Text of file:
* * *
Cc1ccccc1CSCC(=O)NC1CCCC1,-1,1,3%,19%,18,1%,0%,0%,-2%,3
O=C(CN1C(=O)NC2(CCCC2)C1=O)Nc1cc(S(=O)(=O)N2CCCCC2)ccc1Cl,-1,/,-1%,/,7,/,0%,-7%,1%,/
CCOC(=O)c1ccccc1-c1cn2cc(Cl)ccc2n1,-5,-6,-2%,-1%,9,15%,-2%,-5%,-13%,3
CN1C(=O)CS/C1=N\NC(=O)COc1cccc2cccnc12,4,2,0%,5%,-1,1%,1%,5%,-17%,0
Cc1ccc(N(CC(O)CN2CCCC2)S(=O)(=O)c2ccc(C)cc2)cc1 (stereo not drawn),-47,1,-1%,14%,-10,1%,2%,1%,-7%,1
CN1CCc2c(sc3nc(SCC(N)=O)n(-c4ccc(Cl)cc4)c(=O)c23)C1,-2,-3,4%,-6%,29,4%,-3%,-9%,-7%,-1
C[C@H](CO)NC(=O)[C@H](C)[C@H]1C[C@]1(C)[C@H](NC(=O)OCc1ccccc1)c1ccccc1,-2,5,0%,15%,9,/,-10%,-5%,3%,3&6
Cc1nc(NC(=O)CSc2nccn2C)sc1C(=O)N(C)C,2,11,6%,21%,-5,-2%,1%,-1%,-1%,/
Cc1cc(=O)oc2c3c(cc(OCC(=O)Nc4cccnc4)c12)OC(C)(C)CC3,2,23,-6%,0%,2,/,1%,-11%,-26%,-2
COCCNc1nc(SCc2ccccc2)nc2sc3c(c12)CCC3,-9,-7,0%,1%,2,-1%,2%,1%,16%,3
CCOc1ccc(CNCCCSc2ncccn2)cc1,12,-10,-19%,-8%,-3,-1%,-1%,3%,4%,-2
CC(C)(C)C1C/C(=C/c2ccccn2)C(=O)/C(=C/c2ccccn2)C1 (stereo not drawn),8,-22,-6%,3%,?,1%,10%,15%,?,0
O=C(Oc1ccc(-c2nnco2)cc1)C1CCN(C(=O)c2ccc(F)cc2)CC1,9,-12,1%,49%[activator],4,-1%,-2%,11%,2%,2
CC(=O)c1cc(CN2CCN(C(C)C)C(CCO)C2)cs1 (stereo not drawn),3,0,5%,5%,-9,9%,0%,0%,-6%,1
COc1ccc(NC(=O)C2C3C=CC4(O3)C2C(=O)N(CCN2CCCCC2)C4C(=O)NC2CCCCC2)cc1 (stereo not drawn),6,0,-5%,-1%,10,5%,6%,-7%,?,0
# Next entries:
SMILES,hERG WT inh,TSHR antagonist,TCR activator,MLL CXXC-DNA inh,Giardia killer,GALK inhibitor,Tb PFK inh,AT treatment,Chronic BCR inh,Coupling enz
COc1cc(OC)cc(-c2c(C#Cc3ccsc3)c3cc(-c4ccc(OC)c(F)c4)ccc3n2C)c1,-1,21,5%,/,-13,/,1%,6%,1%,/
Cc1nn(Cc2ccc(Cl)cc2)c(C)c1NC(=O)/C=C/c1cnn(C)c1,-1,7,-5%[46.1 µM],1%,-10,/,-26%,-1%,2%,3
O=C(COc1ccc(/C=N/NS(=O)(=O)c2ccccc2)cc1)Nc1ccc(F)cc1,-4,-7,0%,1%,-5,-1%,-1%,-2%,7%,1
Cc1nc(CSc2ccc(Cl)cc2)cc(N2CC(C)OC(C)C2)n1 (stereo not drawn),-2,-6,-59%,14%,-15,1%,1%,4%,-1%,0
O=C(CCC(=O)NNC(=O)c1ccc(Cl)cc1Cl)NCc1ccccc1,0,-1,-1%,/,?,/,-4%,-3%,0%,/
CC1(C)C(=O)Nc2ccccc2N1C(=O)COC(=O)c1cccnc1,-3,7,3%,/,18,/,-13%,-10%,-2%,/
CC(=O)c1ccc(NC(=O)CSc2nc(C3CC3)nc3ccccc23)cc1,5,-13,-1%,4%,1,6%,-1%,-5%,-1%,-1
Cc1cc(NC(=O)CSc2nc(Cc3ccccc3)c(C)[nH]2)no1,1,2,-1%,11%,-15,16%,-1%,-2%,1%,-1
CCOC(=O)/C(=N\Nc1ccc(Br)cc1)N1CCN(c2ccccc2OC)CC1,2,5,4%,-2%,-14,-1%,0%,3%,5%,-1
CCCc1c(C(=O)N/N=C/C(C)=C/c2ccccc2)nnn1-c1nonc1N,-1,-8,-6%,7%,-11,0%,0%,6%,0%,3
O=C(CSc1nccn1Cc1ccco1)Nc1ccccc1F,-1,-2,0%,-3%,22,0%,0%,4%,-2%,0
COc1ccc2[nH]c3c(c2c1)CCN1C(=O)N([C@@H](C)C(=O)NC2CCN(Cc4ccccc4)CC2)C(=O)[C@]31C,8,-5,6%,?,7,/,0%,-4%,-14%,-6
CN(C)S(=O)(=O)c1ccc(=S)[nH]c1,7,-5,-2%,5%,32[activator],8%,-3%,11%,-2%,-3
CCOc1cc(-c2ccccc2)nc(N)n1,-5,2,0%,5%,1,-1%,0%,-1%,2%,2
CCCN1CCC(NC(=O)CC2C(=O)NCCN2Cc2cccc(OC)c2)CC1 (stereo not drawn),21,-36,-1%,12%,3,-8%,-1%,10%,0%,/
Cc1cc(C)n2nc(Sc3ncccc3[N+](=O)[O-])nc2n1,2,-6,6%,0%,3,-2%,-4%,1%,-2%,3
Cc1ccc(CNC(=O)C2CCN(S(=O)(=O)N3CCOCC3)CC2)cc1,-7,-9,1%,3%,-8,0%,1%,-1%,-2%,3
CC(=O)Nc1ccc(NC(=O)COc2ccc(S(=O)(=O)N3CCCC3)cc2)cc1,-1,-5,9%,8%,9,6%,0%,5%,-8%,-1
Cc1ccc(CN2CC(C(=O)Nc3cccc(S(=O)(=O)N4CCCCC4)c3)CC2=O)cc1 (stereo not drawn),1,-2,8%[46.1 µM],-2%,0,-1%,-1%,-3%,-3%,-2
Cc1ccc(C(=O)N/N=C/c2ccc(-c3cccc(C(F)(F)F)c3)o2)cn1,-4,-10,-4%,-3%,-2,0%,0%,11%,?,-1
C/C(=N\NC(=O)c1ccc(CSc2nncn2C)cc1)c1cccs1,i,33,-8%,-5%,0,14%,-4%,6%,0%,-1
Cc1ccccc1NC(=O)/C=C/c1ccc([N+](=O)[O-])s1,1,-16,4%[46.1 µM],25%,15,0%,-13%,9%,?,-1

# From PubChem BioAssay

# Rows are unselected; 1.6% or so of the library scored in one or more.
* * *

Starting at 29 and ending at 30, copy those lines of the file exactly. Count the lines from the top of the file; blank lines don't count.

COc1ccc2[nH]c3c(c2c1)CCN1C(=O)N([C@@H](C)C(=O)NC2CCN(Cc4ccccc4)CC2)C(=O)[C@]31C,8,-5,6%,?,7,/,0%,-4%,-14%,-6
CN(C)S(=O)(=O)c1ccc(=S)[nH]c1,7,-5,-2%,5%,32[activator],8%,-3%,11%,-2%,-3